Recognizing our Best: Sam Chaple
On the night of March 3, 2020, Manheim Nashville’s general manager, Sam Chaple, watched the news in disbelief as a twister with winds in excess of 150 mph barreled down on the business he spent two decades building.
It would take more than a year to fully pick up the pieces from that devastating day. But Sam’s calmness – literally in the eye of a storm – helped the auction, its clients and its employees emerge even stronger. He demonstrated what it means to lead by example and bring out the best in others, earning him the highest honor for a Cox Enterprises employee, the Governor James M. Cox Award.
A Force of Nature
Five of the seven buildings on the property were demolished or heavily damaged when the tornado ripped through the auction. More than three-quarters of the roughly 15,000 cars on the lot were also banged up.
Still, he didn’t have to look hard to see the bright side. None of Manheim Nashville’s 618 team members had been harmed. The only employees on the property that night — three security guards — had crouched safely in an interior bathroom.
If the tornado had touched down during day, “it would have been major loss of life,” Sam said. In the surrounding community, the same storm system killed 25 people and injured dozens more.
Brave and Bold
Many employees were without power in their homes. They needed generators, bottled water and other basic supplies.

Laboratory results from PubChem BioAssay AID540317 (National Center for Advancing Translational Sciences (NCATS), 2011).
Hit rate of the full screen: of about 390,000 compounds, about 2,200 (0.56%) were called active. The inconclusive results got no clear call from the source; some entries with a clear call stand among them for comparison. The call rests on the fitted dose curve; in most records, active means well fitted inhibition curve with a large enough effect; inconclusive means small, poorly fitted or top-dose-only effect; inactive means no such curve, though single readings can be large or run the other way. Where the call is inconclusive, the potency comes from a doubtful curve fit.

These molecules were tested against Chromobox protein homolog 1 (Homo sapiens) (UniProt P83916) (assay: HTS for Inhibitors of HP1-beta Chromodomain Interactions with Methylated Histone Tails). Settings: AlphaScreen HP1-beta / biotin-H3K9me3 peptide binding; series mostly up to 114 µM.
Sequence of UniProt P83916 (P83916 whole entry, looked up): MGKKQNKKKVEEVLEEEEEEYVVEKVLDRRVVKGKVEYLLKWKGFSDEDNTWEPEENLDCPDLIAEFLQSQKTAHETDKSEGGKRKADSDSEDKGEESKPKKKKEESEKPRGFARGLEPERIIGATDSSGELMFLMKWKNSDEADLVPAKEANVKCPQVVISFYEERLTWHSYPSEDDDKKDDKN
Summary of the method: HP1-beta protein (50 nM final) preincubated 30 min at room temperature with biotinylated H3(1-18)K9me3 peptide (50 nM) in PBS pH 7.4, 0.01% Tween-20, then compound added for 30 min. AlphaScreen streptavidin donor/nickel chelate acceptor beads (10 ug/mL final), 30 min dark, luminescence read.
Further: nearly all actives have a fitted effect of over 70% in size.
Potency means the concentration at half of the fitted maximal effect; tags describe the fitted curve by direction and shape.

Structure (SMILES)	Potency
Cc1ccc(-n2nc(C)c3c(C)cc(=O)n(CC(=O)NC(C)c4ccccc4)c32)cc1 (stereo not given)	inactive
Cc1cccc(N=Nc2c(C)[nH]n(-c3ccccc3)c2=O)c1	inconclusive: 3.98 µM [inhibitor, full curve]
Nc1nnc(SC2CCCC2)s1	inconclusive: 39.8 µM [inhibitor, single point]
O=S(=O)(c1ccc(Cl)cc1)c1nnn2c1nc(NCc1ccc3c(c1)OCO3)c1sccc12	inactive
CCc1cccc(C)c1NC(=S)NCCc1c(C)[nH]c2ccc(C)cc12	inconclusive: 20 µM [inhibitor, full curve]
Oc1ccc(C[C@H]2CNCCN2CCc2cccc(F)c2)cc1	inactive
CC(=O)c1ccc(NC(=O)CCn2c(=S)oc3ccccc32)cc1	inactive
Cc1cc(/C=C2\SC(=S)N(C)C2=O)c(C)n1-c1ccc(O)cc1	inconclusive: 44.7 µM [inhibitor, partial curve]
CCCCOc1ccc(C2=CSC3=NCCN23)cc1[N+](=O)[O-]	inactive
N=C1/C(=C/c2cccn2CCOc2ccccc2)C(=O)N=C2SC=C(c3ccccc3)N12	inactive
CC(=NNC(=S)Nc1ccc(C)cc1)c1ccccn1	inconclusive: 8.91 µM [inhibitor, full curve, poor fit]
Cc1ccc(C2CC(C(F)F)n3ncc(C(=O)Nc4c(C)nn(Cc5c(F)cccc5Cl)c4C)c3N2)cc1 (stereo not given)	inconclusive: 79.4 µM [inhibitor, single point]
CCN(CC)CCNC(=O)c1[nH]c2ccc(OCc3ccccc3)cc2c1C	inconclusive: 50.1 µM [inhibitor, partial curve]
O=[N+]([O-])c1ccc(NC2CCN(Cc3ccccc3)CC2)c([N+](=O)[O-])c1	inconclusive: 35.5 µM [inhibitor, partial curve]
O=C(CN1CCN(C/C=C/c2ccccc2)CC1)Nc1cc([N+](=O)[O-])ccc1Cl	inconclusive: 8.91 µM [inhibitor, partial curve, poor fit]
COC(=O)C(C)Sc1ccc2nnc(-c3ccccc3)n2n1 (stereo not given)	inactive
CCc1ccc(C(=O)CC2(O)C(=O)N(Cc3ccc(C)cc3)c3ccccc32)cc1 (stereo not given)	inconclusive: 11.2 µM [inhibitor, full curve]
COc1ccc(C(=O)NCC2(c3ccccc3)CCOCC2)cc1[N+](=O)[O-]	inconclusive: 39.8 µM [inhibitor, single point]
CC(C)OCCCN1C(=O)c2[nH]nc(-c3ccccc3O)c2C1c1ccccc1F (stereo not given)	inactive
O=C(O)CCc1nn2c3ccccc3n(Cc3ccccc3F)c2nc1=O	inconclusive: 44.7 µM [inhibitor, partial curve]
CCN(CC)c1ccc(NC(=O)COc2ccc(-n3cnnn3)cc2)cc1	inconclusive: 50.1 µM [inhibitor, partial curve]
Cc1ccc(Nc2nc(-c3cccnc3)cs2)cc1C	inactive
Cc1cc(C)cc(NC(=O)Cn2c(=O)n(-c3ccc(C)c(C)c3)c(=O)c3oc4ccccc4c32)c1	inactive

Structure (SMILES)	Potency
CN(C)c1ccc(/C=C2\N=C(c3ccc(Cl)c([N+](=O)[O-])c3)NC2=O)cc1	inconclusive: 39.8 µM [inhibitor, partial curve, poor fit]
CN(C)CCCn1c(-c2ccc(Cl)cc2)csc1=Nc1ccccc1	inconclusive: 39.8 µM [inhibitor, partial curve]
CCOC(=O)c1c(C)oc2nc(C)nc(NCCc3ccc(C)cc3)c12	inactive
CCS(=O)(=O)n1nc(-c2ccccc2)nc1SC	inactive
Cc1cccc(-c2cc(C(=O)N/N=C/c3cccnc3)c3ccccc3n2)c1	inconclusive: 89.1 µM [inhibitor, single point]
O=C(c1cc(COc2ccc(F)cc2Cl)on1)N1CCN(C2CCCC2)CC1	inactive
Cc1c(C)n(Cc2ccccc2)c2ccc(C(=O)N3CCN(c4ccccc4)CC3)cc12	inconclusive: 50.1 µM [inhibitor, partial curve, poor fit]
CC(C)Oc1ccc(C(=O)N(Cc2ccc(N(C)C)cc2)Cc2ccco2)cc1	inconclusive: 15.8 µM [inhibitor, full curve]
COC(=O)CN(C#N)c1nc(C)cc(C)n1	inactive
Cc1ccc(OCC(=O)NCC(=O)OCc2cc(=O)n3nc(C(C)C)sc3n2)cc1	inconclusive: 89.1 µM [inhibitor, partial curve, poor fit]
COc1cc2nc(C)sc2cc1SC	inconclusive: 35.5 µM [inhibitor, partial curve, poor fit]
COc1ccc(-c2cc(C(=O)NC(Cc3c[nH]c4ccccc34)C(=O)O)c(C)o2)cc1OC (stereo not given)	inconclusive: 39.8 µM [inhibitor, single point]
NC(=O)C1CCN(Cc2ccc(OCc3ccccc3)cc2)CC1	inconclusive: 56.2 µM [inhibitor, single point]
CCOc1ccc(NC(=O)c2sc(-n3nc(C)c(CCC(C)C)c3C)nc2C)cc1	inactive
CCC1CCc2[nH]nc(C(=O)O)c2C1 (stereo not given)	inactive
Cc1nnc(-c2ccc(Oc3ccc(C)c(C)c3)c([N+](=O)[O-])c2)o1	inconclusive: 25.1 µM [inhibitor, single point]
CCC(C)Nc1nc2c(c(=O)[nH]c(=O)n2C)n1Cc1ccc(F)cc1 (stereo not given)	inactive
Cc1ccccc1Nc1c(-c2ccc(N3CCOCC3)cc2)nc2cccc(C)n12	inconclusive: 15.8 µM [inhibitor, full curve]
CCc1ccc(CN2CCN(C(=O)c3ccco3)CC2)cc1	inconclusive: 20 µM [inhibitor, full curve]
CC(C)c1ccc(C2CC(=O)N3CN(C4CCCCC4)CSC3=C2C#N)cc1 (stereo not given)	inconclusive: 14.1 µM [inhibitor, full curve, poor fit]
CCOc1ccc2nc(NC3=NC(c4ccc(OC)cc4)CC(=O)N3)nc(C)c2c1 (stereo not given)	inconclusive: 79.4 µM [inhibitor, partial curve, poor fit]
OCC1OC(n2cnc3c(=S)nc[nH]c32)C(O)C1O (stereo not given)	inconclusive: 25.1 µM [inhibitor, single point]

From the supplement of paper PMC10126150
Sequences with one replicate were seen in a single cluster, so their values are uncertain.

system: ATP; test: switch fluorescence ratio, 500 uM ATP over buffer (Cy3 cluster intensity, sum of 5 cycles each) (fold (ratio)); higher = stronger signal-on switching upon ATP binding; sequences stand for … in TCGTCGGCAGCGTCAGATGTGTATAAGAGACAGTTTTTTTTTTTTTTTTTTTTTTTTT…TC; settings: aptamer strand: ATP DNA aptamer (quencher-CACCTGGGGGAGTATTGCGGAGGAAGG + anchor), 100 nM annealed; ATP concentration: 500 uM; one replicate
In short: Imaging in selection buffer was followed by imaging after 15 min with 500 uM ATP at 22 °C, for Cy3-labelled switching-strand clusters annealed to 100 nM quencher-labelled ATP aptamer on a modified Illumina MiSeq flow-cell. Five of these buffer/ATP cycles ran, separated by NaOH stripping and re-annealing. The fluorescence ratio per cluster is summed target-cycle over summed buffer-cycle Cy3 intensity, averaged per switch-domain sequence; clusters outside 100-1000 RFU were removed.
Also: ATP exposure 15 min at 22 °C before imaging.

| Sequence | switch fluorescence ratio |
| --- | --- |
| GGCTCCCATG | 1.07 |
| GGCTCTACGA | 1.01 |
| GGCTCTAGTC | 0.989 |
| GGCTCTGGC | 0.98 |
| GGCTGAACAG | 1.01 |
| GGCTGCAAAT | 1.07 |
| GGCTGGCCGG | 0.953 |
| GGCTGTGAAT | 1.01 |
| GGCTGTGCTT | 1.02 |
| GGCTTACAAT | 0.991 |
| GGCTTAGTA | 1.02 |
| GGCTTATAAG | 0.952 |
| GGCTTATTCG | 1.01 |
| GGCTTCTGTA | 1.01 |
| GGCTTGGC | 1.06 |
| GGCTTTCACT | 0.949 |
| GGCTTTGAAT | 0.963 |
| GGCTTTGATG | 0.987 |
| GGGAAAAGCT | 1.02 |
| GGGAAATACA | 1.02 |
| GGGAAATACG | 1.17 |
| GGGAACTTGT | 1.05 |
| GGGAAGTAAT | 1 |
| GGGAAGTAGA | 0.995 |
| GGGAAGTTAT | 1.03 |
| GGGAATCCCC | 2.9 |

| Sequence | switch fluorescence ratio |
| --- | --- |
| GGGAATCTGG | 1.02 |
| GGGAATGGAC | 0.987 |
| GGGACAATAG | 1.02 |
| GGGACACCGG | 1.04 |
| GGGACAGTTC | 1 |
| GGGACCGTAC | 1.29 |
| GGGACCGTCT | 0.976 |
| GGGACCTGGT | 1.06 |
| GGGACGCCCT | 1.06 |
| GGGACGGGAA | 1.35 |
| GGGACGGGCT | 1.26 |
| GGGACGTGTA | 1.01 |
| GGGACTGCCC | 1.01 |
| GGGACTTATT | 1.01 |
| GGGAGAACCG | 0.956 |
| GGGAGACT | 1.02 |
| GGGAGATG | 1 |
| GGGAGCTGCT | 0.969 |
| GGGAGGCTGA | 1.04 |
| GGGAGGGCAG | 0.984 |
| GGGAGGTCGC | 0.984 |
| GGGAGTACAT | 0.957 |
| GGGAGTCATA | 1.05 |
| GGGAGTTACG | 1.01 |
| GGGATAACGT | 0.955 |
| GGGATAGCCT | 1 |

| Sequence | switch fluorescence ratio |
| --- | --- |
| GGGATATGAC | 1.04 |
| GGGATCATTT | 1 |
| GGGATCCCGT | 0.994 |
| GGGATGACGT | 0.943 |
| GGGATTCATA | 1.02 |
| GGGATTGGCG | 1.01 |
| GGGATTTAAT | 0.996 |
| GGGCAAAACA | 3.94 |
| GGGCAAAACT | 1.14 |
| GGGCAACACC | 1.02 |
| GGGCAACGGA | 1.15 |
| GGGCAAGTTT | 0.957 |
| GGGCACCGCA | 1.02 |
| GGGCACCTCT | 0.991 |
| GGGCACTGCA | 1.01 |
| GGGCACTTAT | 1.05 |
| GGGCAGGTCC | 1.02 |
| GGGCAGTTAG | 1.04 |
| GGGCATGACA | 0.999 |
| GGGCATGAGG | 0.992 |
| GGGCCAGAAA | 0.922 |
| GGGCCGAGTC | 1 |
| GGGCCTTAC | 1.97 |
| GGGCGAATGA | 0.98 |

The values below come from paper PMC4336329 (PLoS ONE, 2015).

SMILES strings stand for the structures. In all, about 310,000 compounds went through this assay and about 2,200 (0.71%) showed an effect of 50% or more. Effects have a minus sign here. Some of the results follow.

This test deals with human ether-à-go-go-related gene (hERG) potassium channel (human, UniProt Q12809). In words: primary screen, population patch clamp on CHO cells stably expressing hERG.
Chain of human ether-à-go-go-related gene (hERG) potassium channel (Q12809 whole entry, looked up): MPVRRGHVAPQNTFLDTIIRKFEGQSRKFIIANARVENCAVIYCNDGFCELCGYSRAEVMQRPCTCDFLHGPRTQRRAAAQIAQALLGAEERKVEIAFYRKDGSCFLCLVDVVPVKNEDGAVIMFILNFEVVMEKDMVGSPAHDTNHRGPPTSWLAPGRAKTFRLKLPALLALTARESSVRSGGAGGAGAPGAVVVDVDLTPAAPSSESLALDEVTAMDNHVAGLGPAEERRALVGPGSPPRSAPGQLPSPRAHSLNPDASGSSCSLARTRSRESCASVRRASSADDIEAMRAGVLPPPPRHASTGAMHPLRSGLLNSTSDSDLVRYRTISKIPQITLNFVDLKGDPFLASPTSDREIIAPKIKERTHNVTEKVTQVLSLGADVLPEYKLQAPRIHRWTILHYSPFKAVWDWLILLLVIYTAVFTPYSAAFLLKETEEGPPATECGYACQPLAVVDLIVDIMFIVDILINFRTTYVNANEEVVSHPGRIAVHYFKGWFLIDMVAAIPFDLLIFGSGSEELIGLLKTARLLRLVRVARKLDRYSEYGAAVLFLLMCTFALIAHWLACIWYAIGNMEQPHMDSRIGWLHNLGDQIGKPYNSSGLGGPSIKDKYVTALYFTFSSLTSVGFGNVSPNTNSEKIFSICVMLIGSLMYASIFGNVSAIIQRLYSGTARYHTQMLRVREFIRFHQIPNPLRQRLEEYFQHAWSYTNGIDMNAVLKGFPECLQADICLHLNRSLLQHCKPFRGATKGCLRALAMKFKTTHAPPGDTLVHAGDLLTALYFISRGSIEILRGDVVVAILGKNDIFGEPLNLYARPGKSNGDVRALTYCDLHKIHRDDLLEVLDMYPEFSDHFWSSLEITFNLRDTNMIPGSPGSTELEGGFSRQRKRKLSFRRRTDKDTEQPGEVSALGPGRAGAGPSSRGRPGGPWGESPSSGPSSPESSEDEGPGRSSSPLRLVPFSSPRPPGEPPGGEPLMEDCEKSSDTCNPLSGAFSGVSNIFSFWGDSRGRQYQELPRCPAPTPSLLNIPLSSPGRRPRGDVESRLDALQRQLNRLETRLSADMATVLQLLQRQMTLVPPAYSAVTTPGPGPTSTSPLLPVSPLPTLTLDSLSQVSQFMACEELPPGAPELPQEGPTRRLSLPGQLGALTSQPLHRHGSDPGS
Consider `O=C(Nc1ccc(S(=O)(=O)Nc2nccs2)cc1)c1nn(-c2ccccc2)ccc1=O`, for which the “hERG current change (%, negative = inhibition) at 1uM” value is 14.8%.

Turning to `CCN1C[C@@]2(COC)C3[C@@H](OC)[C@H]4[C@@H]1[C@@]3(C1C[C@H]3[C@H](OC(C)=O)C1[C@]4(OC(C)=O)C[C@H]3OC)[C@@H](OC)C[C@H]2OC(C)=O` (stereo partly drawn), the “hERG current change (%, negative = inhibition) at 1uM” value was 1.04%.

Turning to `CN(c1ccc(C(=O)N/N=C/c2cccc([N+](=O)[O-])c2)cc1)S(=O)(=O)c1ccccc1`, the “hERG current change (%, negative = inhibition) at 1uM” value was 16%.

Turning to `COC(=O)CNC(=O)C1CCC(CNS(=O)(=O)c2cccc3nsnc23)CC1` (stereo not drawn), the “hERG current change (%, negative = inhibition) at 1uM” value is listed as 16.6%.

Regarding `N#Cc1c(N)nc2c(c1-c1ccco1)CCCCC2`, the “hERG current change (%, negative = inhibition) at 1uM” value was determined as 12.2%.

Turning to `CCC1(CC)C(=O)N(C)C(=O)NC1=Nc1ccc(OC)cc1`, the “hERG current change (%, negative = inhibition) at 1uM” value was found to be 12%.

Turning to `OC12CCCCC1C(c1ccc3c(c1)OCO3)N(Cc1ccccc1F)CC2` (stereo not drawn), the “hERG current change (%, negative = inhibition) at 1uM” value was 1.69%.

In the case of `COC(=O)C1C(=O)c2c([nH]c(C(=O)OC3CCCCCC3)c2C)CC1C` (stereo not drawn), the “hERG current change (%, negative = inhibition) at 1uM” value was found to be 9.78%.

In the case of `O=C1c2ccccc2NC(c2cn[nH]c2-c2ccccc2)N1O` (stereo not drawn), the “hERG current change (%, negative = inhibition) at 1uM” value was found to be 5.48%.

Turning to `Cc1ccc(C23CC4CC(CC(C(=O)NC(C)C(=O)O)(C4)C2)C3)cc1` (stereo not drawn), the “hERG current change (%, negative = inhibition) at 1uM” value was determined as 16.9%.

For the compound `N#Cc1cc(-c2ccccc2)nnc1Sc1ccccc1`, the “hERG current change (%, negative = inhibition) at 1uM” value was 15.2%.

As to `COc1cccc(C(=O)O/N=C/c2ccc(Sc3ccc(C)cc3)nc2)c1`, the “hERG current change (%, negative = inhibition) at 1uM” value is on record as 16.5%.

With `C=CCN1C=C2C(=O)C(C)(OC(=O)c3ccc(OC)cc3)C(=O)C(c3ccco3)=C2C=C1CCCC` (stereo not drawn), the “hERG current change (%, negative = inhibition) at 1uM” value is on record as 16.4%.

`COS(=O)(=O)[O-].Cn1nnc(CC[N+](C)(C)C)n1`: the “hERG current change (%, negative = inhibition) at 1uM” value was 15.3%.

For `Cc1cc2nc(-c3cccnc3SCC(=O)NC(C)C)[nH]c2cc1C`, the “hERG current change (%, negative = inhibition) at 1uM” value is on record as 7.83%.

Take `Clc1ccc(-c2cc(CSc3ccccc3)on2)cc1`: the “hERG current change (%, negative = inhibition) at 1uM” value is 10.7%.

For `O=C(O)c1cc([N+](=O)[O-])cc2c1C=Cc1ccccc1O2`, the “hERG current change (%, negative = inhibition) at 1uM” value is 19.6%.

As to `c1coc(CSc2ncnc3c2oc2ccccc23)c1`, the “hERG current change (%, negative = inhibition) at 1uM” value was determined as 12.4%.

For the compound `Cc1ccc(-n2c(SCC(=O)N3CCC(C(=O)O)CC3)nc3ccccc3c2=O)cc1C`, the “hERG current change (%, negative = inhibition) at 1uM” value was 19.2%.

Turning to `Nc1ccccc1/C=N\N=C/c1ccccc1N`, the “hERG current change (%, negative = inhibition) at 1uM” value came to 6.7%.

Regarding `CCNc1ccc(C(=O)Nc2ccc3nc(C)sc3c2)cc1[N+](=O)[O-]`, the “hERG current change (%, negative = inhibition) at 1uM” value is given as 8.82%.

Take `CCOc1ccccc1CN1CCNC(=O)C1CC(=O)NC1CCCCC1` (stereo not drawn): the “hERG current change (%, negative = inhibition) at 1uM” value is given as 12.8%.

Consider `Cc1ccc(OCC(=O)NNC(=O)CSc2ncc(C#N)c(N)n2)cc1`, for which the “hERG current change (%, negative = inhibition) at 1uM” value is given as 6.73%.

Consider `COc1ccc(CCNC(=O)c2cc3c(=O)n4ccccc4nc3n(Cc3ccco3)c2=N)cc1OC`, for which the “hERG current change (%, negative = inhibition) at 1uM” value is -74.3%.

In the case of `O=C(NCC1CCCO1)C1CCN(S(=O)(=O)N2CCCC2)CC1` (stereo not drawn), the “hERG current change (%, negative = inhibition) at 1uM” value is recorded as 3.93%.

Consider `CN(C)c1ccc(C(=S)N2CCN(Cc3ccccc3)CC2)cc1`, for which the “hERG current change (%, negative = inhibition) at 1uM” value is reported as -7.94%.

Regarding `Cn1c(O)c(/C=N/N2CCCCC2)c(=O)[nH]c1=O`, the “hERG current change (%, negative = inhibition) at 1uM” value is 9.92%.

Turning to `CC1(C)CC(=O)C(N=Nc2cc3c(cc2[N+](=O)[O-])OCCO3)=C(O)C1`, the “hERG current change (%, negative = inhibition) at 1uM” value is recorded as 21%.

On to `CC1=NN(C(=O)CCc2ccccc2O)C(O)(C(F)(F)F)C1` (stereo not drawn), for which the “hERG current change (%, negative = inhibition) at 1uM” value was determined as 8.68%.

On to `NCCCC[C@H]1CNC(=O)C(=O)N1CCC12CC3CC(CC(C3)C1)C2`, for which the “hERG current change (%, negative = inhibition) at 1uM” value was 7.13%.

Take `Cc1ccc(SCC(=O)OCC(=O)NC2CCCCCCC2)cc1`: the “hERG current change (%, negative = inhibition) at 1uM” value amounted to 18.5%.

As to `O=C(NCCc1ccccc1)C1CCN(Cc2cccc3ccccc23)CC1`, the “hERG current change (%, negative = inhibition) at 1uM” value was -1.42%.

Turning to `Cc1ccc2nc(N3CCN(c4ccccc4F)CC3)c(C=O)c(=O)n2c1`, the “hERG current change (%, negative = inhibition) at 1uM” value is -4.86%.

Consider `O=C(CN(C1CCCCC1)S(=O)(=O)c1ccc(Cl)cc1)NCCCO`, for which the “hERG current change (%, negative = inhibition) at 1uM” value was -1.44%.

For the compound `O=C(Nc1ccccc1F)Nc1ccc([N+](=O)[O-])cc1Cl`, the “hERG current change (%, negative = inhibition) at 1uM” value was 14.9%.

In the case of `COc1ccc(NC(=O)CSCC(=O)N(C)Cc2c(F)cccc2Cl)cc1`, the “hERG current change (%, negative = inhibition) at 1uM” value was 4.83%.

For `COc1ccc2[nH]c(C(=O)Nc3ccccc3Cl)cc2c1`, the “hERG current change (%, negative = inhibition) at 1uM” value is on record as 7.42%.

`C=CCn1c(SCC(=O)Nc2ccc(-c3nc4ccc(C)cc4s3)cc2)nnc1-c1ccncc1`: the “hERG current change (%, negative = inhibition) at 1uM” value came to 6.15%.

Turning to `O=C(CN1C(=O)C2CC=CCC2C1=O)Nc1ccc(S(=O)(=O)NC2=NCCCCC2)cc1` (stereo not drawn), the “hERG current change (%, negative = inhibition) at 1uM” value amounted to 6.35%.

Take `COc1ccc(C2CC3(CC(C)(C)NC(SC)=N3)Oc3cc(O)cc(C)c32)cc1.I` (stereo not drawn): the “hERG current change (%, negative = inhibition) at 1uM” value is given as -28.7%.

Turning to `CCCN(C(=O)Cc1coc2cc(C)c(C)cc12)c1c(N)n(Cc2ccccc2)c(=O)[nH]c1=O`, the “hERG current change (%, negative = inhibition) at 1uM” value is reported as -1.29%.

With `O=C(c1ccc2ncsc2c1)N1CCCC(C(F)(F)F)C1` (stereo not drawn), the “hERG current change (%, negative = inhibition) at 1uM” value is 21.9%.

Sam, a 26-year veteran of Manheim, kept calm and kept everyone on track as they coordinated relief to employees while simultaneously assessing the damage and mapping a way forward.
“The support Cox Enterprises gave us as leaders to make decisions and to be brave and bold was everything,” Sam said. “It gave me confidence knowing that sometime in 2021, we're going to be selling cars again with our lights on and smiles on our faces.”
Sam stayed in close contact with auction clients and customers, giving updates on the damage, helping with insurance claims and keeping them apprised of the auction’s progress toward reopening.
He credits his team for rallying quickly to resume operations.
“I was just the orchestrator and kind of a cheerleader to keep everybody going in the right direction,” he said.
Call it a Comeback
Manheim Nashville made a remarkable comeback, thanks to Sam’s leadership and an enormous outpouring of support from team members, clients and the metro Nashville community.
All this, despite the fact that the business was soon in the throes of the COVID-19 pandemic as well.
The first post-tornado sale took place digitally via Simulcast March 19.
The auction allowed dealers back on the property again to bid during digital sales on Sept. 14. And in September, Manheim Nashville became one of the first locations to resume driving cars through the lanes for dealers to view in-person. The final piece of the puzzle fell into place in February, when the last of the damaged buildings was rebuilt.
“Sam will get out there and wash a car, scrape snow off a car, pick up trash off the fence,” said Assistant General Manager Christina Flatt. “To me, that shows great leadership. We can and will do the same job even as the janitor — whatever it takes to keep on functioning. And that's due to Sam’s leadership style. He is very deserving of this award.”
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